Misc., WWI Aerial Combat, Wings of War, 1/144 scale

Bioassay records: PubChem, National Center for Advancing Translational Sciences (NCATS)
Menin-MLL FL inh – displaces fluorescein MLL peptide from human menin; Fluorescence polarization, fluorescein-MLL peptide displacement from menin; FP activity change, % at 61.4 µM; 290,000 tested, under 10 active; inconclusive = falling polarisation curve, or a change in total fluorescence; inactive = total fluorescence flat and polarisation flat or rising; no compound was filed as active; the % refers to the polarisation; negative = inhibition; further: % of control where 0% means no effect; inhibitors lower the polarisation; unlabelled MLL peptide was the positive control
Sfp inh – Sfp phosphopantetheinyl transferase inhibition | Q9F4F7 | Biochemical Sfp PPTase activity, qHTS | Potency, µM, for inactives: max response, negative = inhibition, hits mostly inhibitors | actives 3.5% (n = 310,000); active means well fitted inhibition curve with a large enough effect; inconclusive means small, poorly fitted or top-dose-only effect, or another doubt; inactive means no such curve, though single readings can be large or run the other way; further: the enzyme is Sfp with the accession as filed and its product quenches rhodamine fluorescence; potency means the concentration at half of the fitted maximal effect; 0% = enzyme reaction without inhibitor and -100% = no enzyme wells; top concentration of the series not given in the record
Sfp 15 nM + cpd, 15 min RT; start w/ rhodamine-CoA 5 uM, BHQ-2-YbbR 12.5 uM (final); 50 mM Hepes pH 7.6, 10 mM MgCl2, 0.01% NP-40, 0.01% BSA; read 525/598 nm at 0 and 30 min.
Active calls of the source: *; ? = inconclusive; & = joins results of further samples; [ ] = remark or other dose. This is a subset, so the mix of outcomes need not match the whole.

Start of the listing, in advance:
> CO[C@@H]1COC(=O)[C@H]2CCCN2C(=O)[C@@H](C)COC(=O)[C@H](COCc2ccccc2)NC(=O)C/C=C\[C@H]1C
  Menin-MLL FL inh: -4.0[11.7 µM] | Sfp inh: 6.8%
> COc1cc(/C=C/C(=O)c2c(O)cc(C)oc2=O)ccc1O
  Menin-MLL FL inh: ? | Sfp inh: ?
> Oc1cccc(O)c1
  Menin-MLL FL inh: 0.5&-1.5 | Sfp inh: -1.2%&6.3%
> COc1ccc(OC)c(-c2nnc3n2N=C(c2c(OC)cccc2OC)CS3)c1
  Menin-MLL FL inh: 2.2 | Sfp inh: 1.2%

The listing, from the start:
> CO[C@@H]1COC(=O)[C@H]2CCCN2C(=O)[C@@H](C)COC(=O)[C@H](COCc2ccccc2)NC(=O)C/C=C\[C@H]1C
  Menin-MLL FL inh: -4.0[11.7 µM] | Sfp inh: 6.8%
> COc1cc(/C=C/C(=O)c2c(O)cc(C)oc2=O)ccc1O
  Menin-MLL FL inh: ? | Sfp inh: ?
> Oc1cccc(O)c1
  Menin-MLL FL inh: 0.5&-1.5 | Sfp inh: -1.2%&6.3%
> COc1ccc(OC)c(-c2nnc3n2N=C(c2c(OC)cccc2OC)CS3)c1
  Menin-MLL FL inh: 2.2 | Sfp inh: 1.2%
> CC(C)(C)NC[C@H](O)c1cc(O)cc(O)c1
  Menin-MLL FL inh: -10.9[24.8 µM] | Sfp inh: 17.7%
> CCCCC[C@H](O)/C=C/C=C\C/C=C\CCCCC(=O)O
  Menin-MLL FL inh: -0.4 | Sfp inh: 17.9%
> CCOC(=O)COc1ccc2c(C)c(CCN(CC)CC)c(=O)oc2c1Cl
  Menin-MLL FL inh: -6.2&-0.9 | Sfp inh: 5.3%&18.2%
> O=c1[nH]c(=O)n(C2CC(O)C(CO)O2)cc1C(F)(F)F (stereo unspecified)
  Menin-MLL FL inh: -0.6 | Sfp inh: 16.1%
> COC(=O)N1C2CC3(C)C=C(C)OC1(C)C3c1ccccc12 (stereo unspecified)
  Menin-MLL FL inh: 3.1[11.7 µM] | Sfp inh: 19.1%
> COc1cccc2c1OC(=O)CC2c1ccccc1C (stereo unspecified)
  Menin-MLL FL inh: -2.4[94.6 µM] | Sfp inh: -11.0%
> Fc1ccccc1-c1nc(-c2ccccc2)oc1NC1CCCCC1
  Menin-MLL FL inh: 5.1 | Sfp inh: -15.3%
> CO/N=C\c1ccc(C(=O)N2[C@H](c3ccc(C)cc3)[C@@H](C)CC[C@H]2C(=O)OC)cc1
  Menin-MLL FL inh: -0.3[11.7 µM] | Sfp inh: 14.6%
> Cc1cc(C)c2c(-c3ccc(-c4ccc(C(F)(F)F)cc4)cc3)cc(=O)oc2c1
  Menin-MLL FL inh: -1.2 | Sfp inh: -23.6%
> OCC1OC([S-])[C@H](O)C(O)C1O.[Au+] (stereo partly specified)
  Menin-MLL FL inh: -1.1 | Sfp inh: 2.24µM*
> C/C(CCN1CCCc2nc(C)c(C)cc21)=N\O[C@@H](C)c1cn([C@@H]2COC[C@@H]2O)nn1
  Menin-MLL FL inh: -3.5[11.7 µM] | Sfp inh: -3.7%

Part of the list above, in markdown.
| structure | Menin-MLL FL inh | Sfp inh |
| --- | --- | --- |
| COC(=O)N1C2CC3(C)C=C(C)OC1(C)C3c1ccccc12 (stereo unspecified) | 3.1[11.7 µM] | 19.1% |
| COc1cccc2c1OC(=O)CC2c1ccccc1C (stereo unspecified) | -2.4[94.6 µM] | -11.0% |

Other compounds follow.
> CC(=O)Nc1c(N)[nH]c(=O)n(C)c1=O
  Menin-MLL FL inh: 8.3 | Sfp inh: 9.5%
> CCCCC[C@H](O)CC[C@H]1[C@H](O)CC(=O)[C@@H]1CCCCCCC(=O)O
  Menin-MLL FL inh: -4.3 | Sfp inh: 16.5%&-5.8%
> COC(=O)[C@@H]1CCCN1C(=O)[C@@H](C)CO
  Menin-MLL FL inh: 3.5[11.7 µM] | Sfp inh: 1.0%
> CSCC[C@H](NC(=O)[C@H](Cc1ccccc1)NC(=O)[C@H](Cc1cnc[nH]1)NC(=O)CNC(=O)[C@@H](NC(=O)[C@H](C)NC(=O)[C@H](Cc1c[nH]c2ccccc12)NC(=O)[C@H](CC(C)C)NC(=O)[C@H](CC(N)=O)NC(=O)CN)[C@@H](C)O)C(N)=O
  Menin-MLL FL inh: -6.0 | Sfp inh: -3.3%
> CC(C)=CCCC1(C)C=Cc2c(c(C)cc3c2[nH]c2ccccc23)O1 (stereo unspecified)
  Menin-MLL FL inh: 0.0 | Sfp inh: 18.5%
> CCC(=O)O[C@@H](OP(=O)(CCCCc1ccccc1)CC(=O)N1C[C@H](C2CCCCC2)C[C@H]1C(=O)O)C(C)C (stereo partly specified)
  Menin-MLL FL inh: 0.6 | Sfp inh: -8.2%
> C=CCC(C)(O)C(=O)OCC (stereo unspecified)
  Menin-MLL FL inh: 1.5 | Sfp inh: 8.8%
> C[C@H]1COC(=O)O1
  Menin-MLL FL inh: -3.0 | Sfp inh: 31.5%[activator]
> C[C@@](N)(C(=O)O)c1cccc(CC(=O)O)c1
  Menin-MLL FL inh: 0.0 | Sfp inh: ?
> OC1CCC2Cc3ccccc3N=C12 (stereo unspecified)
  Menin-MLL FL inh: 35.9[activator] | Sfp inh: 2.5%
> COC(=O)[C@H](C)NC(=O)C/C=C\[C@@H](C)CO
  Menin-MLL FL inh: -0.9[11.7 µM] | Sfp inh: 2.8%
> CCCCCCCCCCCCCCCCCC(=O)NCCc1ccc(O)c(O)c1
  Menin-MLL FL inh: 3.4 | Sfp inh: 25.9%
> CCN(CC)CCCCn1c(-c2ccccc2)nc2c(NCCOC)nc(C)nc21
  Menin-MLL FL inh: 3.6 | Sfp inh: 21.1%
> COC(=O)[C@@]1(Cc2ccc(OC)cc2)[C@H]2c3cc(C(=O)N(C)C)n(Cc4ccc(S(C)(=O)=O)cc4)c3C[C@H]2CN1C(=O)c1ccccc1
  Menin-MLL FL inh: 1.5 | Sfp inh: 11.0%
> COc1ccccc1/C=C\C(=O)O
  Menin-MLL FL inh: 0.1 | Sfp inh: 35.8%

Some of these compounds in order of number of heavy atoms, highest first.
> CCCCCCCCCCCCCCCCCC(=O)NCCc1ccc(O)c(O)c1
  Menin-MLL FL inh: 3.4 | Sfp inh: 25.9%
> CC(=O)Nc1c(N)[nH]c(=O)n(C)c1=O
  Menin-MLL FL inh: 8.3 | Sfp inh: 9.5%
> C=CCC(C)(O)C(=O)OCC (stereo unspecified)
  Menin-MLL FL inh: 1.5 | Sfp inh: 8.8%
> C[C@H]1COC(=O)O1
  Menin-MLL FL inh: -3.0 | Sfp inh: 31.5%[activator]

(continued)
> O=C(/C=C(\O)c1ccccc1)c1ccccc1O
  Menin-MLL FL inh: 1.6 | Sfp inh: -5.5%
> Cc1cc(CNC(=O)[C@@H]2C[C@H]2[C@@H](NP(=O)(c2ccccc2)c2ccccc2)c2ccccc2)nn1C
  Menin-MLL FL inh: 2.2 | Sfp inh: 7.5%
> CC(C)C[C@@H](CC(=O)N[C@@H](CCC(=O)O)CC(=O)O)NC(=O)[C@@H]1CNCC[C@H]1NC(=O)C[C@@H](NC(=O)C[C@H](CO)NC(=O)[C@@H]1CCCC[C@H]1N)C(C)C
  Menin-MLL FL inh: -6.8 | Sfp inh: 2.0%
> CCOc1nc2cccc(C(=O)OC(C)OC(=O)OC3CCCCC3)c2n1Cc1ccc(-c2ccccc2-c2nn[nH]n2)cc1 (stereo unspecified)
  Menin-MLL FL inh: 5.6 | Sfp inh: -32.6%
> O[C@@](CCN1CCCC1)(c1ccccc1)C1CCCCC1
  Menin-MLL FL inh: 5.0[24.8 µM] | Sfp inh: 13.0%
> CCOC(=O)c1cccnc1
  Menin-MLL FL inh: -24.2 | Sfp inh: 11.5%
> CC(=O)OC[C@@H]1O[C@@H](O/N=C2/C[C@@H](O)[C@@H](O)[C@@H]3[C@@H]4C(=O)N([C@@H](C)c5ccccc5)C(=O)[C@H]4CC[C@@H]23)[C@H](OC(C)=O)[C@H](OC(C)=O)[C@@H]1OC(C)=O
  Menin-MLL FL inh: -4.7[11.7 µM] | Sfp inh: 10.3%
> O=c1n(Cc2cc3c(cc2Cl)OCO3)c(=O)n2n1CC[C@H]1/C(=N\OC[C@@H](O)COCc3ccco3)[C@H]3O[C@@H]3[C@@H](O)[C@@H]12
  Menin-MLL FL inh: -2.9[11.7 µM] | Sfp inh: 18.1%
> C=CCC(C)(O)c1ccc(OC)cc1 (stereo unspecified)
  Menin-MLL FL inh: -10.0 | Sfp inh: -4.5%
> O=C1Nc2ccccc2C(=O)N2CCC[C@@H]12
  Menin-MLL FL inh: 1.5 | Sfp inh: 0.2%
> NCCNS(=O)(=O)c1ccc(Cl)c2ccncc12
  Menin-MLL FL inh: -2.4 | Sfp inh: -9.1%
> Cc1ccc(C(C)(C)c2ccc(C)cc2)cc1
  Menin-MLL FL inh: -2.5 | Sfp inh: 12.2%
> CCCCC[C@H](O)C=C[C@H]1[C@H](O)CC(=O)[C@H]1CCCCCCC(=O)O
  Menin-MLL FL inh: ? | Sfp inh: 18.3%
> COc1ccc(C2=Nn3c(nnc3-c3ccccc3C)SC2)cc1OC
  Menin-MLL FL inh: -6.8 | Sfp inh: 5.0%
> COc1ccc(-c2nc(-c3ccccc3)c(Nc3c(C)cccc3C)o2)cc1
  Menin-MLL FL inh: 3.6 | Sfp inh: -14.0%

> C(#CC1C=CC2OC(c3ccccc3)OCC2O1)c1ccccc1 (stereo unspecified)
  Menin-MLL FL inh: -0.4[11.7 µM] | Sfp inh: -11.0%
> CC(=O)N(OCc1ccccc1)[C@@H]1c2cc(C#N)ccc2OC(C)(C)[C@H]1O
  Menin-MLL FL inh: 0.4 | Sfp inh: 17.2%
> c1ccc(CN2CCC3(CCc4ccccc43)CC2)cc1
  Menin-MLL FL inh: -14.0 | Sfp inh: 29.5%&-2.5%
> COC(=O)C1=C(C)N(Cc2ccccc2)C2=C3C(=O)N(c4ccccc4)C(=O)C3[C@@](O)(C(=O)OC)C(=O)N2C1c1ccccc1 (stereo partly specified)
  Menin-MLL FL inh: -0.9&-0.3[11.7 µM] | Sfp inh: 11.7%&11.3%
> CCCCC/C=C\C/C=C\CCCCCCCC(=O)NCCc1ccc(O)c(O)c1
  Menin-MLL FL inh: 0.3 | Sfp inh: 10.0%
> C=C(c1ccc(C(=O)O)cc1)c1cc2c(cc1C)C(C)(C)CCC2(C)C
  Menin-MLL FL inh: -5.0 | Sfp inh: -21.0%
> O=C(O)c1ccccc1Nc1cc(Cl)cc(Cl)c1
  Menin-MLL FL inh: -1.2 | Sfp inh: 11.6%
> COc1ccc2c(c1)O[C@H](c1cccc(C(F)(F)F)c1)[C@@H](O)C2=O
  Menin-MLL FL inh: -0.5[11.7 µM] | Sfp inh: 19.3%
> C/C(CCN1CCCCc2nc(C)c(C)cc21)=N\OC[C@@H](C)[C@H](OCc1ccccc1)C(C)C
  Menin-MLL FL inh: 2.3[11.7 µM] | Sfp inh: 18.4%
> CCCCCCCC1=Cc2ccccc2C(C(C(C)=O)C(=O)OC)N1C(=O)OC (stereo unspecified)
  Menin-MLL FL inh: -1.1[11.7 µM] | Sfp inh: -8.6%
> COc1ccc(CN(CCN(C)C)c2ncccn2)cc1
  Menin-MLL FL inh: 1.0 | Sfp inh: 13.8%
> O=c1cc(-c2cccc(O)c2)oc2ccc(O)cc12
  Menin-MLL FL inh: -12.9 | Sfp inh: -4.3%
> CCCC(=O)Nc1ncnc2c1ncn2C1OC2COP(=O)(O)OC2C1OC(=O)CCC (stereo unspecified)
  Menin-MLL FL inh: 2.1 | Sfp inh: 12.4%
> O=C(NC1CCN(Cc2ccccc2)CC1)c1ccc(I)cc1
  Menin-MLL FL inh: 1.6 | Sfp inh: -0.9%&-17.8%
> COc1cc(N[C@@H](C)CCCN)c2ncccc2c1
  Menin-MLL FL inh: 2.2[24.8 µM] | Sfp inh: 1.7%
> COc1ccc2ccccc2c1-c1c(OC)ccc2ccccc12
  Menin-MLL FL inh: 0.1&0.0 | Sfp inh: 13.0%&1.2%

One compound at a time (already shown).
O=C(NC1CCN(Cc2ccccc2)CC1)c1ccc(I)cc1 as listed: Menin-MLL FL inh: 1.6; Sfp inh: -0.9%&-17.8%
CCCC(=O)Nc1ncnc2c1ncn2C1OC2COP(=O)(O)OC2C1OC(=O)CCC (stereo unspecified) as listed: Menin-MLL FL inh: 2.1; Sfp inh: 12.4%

While I wouldn’t call this “proper” wargaming, it was great fun. A new craze in the club is First World War air combat, prompted by Jules of Figures in Comfort coming in and selling everyone planes and rules. I was suckered into it too, and not only bought half a dozen Albatrosses, but a shiny carrying case to hold them in. This was their first outing.Being a wargaming geek I repainted them in the garish colours of Jasta 5, so every pilot had his own identifiable plane. This was a straight dogfight against 6 allied planes – a lone Belgian and American aircraft (both Spads I think), and four Sopwith camels from – of course – Biggles’ 266 Squadron.Six of us played the game, and everyone took command of two planes. When the dogfight began the British players were crowing that they’d managed to enter the scrap in two waves, so their rear pair could fire on the Germans as they shot past the Camels in front. That was the last example of tactics I saw all evening, as the game soon degenerated into an almighty dogfight, with everyone whirling and shooting as fast as they could!The Belgian was the first to go, shot down by my own Jasta leader Richard Flashar. His own plane was badly damaged, and after piling into the fray against the Camels he too was shot down. After a few turns the casualties came thick and fast, as three Camels, two Albatrosses and the American Spad were lost in quick succession. One German player flew his damaged planes from the table, leaving just my own remaining pilot and a sole Camel (Biggles’ himself apparently) to fight it out.At that point I turned “gamey”, and flew off the board, thereby guaranteeing a German victory. The final score was five Allied planes lost for three Germans. Given the fact that we were up against the formidable Camels I think the kammeraden of Jasta 5 did fairly well in their first outing, despite the three empty places in the mess that evening!This was a highly enjoyable game – something completely different – and it looked very pretty. The planes (supplied by the Wings of War people) looked great, but the real crowd-pleaser was the dogfighting mat – a 4×4 foot terrain mat from terrainmat.com, covered in an aerial view of a section of the Western Front. It was a real pleasure to fly over it.